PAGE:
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Vet accuses RCVS of ‘bunker behaviour’
Mr Wray's comments follow recent concerns from the profession about the ongoing debate surrounding telemedicine and remote prescribing.
Comments follow concerns over telemedicine debate 

Vet Jonathan Wray has accused the RCVS of ‘bunker’ behaviour, as he claims recently published council papers held back information on costings, and did not acknowledge general practitioners.

In a letter to Vet Times and Vet Record, Mr Wray commented on papers from the RCVS Council meeting in May:

‘I note the papers are redacted in two respects, in relation to the costs of the activities discussed and in respect of regulatory matters where advice has been sought by third parties relating to RCVS activities.

‘Secondly, not one mention exists of the members of the RCVS who constitute the lion’s share of the profession and primary source of funding of RCVS - the general practitioners.’

The comments follow recent concerns from the profession about the ongoing debate surrounding telemedicine and remote prescribing. In June, the British Veterinary Association (BVA) wrote to the college raising concerns that the debate on the future of telemedicine was held ‘in committee’ rather than in an open forum.

In response, the RCVS clarified that the session had been held in private to examine confidential legal advice.

During the meeting the council voted unanimously to conduct a wide-ranging review of the supporting guidance on 24-hour emergency cover and the interpretation and application of ‘under veterinary care’. The review will explore what restrictions and safeguards to place on remote prescribing.

The proposed telemedicine trial was postponed for the foreseeable future and the college confirmed its review will be ‘open and inclusive’.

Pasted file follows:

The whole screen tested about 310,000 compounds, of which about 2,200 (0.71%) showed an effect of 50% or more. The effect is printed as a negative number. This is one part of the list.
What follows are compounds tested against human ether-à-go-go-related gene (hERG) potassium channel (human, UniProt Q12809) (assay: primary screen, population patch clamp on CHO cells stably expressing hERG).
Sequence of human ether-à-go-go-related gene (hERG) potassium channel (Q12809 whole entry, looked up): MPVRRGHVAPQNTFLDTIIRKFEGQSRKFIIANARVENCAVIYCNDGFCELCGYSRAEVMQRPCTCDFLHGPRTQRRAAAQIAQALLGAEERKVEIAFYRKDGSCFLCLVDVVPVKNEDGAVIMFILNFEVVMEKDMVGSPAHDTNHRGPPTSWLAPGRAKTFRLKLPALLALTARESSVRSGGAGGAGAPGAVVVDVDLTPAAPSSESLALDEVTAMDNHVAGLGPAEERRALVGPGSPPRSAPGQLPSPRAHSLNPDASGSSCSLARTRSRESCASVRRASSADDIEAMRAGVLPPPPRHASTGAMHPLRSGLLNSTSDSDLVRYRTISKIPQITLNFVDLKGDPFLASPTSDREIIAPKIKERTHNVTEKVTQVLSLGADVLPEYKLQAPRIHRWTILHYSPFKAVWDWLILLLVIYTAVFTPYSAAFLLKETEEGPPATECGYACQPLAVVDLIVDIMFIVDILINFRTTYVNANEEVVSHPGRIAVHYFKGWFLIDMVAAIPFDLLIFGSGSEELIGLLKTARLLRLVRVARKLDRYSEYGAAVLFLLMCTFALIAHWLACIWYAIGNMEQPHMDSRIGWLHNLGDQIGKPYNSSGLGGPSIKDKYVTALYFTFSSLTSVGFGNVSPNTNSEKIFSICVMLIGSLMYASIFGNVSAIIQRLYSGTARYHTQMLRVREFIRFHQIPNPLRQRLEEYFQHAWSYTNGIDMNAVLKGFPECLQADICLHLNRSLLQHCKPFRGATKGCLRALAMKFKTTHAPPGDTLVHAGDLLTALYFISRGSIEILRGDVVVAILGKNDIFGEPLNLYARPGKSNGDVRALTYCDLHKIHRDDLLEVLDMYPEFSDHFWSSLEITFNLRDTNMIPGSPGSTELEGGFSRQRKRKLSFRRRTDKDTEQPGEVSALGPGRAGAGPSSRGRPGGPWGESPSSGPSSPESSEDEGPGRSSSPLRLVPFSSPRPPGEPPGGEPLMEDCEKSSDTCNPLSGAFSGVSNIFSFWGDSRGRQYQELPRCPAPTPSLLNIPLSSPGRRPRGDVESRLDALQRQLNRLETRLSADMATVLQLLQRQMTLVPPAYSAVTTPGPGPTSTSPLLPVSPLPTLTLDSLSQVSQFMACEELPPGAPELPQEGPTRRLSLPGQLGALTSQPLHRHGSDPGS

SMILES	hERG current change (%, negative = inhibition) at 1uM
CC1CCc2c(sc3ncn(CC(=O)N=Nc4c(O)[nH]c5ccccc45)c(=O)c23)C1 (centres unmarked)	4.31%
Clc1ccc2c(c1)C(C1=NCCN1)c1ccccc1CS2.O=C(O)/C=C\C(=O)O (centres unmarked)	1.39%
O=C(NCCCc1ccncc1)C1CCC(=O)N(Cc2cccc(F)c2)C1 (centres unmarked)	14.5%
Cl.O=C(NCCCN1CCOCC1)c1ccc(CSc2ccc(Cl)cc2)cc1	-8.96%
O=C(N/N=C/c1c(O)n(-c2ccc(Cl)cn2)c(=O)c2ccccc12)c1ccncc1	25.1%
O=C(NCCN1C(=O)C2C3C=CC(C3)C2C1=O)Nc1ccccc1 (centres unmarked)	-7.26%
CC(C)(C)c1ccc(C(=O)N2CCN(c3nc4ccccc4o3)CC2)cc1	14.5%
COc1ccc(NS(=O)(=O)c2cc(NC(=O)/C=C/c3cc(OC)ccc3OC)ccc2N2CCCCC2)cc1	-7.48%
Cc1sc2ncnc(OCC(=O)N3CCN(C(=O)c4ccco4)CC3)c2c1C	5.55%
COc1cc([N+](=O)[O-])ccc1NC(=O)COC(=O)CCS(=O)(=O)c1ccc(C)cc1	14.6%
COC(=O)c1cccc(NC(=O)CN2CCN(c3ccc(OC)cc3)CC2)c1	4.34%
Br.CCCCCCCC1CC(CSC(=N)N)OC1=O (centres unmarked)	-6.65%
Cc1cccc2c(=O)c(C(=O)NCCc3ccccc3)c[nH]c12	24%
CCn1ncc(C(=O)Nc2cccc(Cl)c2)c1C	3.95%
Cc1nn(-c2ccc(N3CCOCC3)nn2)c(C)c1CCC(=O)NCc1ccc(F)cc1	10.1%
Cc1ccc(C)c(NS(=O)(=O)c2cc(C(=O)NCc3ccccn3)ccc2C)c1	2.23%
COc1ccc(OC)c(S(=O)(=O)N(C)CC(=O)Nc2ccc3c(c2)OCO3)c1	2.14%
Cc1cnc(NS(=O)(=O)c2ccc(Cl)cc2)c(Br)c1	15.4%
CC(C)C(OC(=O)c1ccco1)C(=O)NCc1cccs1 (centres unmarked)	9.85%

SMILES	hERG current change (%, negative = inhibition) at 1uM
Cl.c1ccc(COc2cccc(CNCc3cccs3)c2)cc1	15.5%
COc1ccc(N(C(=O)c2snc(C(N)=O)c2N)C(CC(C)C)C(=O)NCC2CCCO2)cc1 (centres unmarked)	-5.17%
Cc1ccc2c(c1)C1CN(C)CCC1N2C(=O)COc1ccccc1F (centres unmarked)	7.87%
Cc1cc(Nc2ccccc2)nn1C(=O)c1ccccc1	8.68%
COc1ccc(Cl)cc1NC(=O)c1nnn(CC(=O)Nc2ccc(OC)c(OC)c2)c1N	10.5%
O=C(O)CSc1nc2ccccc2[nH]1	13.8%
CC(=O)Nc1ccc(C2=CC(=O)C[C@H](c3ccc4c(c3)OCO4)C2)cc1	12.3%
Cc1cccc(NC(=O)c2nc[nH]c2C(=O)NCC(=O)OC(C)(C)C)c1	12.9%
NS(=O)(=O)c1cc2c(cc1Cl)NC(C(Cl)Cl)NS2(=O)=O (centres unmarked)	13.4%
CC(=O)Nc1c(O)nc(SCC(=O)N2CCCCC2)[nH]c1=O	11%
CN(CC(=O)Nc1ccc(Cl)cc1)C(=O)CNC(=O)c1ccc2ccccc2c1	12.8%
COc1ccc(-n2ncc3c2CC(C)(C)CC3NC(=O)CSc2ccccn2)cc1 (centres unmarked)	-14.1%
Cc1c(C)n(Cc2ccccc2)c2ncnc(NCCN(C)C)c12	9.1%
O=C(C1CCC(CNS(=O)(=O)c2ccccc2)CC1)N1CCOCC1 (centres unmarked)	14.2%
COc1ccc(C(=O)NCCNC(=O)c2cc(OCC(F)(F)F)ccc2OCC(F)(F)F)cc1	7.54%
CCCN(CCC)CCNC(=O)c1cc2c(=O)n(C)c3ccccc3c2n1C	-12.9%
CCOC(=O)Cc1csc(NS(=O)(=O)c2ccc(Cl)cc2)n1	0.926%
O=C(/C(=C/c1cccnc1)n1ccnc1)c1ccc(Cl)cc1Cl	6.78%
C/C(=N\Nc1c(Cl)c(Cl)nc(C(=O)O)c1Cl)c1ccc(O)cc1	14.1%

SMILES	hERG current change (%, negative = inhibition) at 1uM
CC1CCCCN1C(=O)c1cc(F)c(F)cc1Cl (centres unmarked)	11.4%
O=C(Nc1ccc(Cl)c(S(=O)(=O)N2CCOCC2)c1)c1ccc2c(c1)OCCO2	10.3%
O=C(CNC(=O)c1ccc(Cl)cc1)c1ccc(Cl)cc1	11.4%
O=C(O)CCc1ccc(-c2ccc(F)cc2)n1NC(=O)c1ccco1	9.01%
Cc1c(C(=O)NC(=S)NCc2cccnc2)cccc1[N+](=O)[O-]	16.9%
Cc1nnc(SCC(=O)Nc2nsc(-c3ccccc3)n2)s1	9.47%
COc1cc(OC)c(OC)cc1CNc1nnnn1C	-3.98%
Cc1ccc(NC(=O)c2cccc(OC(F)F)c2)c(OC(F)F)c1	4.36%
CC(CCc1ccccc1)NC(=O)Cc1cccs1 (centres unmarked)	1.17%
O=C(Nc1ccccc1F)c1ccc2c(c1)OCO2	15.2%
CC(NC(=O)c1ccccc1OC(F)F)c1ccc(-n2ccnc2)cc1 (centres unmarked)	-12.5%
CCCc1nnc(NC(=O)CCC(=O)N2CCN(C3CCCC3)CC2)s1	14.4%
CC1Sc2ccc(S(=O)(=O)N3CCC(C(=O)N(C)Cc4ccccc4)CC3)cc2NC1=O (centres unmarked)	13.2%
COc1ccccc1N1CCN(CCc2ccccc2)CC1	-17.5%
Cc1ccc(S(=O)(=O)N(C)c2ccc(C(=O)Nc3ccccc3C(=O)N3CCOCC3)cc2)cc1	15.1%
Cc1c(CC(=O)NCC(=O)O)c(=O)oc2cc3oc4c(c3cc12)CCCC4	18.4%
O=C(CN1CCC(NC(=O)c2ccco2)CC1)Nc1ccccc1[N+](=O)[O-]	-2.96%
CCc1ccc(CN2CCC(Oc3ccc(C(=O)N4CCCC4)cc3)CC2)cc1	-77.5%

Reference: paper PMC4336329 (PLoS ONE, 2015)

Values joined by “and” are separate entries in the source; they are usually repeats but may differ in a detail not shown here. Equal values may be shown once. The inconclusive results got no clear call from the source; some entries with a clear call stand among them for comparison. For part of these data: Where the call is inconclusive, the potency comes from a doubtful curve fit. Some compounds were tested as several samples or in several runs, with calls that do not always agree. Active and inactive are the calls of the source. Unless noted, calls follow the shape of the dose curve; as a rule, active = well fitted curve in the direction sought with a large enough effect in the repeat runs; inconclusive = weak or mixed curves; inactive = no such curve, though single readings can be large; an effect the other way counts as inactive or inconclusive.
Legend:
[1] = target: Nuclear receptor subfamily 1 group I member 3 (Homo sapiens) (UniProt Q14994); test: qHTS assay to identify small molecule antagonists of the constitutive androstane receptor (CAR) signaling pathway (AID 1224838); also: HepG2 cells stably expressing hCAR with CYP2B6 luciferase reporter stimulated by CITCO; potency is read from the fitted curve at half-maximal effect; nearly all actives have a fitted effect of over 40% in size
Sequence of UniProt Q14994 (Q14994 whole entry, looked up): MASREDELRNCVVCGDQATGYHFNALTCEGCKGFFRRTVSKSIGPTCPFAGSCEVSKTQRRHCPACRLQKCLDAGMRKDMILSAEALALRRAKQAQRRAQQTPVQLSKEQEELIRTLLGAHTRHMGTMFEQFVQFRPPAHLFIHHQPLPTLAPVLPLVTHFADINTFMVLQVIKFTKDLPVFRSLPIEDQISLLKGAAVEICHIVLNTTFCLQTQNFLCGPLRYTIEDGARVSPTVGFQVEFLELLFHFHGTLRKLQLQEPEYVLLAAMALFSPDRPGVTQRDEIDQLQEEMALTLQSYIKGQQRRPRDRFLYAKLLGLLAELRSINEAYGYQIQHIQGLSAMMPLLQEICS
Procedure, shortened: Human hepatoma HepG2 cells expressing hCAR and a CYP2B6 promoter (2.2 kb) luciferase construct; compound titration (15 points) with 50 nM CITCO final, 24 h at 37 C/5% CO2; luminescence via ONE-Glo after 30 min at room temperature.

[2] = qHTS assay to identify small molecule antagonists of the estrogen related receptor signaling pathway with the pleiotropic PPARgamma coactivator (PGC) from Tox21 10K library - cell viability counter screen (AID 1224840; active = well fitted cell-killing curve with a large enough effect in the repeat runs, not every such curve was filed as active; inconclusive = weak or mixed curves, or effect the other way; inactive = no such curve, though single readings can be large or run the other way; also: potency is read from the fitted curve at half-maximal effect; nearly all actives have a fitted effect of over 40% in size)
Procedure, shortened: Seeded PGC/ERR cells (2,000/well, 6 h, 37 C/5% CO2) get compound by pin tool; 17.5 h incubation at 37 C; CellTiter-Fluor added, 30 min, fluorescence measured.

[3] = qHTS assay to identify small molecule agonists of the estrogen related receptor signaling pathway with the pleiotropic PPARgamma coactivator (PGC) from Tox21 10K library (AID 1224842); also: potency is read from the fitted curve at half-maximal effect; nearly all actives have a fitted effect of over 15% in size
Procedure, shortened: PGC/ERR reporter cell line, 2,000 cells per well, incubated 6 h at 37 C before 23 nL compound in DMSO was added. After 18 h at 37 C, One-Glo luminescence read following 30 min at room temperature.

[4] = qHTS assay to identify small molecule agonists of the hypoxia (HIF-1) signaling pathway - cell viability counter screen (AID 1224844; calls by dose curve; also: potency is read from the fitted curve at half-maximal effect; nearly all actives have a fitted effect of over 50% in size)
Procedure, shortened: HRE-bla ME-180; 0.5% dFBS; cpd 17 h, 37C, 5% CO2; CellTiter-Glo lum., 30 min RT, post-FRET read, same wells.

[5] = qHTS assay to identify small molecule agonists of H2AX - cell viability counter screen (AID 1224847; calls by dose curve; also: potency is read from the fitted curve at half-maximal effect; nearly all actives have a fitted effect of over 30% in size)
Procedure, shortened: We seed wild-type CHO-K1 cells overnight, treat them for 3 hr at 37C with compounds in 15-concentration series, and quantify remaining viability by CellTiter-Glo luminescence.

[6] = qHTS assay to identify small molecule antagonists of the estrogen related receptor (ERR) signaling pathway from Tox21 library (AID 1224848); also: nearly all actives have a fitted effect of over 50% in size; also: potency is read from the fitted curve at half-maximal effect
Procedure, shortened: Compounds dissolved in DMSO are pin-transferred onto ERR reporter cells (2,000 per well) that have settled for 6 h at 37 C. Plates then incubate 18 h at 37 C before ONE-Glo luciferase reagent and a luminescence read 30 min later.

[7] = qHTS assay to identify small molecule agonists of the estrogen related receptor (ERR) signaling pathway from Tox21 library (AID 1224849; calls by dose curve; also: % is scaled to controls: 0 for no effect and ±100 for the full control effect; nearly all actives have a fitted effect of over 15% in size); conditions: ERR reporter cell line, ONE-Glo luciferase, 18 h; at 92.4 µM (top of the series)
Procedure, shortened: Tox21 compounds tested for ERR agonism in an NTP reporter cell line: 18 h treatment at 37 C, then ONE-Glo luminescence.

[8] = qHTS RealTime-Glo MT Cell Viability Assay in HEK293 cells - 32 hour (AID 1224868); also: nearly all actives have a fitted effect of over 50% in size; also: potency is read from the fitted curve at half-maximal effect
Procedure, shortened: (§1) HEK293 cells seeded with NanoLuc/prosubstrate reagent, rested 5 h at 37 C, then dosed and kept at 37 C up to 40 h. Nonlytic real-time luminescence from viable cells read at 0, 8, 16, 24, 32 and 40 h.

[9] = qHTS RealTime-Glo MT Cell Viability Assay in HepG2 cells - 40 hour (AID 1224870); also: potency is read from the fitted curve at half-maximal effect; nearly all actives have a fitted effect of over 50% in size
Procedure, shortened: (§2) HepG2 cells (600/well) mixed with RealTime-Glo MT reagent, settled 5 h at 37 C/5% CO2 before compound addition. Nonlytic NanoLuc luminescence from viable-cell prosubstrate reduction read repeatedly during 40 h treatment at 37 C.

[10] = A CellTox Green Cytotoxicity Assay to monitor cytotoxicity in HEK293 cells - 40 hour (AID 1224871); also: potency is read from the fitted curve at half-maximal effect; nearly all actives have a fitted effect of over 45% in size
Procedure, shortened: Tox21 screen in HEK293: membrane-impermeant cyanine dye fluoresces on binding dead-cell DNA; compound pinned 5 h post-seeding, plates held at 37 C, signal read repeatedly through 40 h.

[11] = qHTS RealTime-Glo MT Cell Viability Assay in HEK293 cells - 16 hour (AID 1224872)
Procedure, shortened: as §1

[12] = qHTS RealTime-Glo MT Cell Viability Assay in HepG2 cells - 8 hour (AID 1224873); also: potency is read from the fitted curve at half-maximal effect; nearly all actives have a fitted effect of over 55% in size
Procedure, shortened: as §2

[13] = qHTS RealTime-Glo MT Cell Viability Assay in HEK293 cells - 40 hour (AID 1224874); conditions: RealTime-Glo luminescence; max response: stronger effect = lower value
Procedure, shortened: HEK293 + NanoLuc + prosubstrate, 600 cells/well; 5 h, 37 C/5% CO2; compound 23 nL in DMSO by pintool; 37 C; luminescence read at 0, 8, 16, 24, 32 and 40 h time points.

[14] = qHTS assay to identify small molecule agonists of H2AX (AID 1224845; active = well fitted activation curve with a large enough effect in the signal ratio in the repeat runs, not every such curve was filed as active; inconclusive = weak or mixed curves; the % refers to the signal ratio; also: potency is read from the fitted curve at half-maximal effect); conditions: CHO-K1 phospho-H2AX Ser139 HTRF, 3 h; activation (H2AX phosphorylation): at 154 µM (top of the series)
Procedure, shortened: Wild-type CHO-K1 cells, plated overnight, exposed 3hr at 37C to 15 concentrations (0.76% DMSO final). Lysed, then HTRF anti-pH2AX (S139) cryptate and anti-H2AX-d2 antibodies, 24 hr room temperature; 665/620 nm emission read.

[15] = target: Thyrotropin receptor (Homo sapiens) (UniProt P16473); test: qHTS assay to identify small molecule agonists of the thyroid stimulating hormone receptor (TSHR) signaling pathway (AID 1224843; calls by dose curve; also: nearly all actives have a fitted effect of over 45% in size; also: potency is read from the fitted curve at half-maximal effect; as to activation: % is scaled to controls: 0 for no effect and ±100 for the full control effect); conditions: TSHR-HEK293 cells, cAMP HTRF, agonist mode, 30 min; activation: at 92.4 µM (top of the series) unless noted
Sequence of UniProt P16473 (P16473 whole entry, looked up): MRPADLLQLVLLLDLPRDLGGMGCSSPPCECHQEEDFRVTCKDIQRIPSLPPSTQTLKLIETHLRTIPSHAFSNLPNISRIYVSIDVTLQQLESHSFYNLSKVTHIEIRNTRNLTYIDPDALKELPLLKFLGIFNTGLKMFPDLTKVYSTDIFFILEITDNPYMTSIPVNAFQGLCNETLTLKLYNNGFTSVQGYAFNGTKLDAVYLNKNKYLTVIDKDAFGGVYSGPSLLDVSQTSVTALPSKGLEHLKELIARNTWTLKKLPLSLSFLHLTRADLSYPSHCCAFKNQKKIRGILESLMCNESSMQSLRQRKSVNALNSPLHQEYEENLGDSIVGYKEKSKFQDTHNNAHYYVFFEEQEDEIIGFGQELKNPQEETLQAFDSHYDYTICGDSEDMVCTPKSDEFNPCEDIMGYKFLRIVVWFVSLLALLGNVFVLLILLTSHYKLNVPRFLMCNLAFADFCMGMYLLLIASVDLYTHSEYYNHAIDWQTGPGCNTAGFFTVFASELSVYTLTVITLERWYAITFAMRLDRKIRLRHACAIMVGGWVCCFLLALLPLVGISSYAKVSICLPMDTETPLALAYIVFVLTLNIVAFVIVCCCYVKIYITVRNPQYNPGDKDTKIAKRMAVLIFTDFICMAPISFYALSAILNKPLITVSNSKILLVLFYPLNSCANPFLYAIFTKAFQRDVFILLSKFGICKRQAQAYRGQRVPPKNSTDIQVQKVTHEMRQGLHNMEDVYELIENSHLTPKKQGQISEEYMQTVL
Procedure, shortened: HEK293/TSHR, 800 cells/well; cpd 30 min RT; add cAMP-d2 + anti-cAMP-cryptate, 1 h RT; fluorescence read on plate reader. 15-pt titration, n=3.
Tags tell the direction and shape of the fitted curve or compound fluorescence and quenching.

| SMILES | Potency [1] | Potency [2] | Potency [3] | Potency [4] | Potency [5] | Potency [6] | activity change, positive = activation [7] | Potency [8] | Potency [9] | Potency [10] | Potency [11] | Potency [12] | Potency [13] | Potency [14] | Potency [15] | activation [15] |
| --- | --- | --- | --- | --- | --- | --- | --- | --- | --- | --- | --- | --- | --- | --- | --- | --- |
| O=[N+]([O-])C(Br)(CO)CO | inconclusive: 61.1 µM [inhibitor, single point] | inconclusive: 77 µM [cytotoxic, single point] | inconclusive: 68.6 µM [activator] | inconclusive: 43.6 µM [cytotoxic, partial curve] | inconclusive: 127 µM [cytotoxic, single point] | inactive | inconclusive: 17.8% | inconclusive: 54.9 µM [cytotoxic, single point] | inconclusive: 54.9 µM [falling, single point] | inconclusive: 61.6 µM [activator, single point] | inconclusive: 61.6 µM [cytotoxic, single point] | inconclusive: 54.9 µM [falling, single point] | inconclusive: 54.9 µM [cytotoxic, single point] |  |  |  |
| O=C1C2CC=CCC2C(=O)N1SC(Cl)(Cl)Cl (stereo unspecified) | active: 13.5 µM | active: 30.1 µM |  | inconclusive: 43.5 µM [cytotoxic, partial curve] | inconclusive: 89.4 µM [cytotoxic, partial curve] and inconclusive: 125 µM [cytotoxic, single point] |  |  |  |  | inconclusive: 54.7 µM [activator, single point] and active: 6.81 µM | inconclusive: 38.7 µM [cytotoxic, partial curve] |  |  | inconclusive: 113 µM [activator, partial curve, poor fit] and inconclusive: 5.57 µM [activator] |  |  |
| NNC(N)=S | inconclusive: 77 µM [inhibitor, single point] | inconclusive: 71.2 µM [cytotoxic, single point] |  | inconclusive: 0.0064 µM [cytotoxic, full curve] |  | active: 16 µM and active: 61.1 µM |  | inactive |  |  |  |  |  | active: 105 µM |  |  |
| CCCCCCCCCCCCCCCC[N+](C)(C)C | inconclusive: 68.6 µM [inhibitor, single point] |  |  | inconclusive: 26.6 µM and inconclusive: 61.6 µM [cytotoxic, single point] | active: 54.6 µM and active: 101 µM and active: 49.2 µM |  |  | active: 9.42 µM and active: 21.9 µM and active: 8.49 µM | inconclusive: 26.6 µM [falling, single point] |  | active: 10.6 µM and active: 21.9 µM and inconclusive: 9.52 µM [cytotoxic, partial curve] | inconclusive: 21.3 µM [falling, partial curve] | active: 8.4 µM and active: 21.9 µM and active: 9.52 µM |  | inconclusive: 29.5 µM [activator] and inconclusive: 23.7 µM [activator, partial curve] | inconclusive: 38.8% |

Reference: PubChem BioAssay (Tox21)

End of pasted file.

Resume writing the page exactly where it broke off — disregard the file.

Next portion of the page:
At the RCVS annual meeting on Royal College Day (12 July), the college answered questions submitted in advance by email, as well as taking questions from the floor. However, a group of vets are said to be considering the option of forcing an extraordinary general meeting (EGM) of the council.

MRCVSonline contacted the RCVS for comment. A spokesperson confirmed: ‘We have not yet received any formal request to hold an EGM’.

The college also confirmed: ‘Standards Committee is meeting in September to discuss the timeline for the [telemedicine] review and what it will look like’.

RCVS declined to comment specifically on Mr Wray’s letter in Vet Times and Vet Record.

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The Kennel Club appoints new chief executive

News Story 1
 The Kennel Club has announced the appointment of Mark Beazley, who was previously Cats Protection's director of operations, as chief executive. Mark replaces Rosemary Smart, who stepped down from the role in April after 18 years.

Mark has held several senior strategic and executive roles, including executive director at Dogs Trust Ireland and chair of the Companion Animal Working Group at Eurogroup for Animals. He was also heavily involved in the establishment of the Eu Cat and Dog Alliance.

Mark will take up his new role in October. 

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International Cat Care appoints new head of veterinary division

International Cat Care (ICC) has announced the appointment of Nathalie Dowgray as head of the charity's veterinary division.

Nathalie, who is an RCVS advanced practitioner in feline medicine, will lead the International Society of Feline Medicine (ISFM) and a play key role in advancing knowledge and research in feline medicine.

Claire Bessant, iCatCare's chief executive said: "We're absolutely delighted to be welcoming Nathalie to the charity. She brings a depth and breadth of feline expertise and understanding which fits perfectly with the charity's work and development, and her enthusiasm for cats is infectious."